World's Largest Carbon Capture and Sequestration Project Commences Construction
On July 15, 2014, NRG Energy, Inc. ("NRG") announced that it is building a $1 billion project to capture carbon dioxide emissions from the W.A. Parish coal-fired power plant in Texas and ship them 82 miles away to help boost an oil field's production. Construction for the project broke ground on September 5, 2014. The Petra Nova Carbon Capture Project ("PNCCP"), a joint venture between NRG and JX Nippon Oil & Gas Exploration in Japan ("JX"), will be the largest in the world to use a process that scrubs away the carbon dioxide ("CO2") after coal has been burned to produce electricity.
This is a revolutionary approach to reduce millions of tons of CO 2 emissions from the atmosphere in a manner that, for the first time, attracted private, for-profit investment from the energy industry and that is likely to be repeated in the next few years.
PNCCP is innovative in four very significant ways.
First, the project acts as a bridge between the power industry and oil and gas industry. The power industry increasingly requires CO 2 to be managed, while there is a huge demand for CO 2 in the oil industry.
Second, the construction of PNCCP will not result in any unplanned outage at the W.A. Parish generation facility and will otherwise have no impact on the operation of the power plant. This is a significant accomplishment in light of the nature of the project's construction and a testament to the innovative engineering that went into its design.
Third, PNCCP is the first carbon capture and sequestration project anywhere in the world to be developed and constructed by an independent power producer without the support of ratepayers of taxing entities. While the balance of the world's other projects relied upon either a regulated public utility placing the project into rate base or a state-owned company developing the project on a state-subsidized basis, NRG created a structure to develop and finance PNCCP in a competitive marketplace.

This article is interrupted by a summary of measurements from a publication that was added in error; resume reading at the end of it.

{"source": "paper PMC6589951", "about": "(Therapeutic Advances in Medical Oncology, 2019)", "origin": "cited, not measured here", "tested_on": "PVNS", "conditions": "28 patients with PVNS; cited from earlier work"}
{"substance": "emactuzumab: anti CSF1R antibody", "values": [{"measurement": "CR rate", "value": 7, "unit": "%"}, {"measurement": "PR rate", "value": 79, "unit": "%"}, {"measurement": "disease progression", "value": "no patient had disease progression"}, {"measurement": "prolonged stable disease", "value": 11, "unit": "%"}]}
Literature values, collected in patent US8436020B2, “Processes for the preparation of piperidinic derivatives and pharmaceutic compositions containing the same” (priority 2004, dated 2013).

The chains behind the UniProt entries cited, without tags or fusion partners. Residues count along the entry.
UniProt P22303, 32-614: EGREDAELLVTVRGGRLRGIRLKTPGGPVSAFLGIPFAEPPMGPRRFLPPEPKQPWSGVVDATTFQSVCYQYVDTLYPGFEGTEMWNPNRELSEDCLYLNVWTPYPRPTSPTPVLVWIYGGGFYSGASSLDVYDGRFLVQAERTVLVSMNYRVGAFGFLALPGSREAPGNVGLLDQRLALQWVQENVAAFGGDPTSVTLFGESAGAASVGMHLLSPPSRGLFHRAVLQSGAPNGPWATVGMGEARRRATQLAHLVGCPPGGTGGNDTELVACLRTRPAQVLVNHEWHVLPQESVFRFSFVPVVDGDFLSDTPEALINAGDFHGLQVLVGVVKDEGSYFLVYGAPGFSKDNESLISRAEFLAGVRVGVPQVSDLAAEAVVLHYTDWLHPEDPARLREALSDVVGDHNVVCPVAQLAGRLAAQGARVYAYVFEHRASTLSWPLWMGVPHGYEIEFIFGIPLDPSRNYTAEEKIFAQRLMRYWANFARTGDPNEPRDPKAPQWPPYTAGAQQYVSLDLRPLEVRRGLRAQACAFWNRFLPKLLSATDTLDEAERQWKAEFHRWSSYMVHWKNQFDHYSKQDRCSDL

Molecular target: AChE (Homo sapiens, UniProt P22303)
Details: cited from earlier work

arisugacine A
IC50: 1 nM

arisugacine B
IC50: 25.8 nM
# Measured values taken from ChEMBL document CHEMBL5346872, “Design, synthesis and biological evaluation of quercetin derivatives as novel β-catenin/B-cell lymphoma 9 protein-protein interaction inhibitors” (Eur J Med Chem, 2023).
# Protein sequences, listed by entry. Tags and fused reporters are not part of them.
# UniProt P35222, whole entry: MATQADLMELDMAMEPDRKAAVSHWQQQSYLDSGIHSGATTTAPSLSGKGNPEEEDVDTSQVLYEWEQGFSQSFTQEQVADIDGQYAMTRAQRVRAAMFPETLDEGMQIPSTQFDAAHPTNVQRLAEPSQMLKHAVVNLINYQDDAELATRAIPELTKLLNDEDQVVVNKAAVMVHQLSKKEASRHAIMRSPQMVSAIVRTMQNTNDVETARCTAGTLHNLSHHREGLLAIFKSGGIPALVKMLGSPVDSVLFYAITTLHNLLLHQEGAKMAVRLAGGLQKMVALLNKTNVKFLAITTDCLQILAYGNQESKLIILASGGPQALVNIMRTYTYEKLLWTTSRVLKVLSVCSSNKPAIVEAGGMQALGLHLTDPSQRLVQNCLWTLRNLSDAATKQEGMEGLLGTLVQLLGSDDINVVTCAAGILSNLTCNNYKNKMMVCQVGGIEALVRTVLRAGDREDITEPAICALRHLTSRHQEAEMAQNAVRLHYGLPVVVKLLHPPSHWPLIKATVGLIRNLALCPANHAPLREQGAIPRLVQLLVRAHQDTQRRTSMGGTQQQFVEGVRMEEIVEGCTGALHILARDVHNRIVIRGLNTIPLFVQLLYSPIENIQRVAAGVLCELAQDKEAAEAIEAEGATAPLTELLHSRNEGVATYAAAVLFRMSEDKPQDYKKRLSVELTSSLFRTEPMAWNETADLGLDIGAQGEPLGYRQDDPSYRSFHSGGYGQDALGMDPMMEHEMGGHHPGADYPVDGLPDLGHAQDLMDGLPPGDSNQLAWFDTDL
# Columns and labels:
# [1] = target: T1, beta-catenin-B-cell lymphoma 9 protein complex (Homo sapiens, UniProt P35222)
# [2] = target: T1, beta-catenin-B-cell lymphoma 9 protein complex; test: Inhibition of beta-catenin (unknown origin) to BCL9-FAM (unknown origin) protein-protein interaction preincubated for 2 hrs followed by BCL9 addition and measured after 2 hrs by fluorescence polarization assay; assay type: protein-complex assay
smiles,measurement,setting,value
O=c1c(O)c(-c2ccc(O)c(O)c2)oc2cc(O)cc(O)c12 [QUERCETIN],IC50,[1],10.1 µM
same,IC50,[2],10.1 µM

Finally, the capital for the project was sourced from several entities to the extent that each participant was suited to manage the deal's various risks. A $167 million grant from the U.S. Department of Energy's Clean Coal Power Initiative Program covers the cost of the noncommercial demonstration aspects of the project. In addition, $300 million in equity came from JX to manage the oilfield exploration and production risks, along with $300 million from NRG to manage the power plant and regulatory risks of the deal. And finally, $250 million of project debt from the Japan Bank for International Cooperation and Mizuho Bank (with a NEXI guaranty) was structured to finance the less risky aspects of this combined carbon capture and sequestration/enhanced oil recovery project.
From a borrower's perspective, and due to attempting to implement a novel technology on a large scale, NRG and JX were required to supplement the DOE grant to provide a very significant portion of the project cost as equity financing.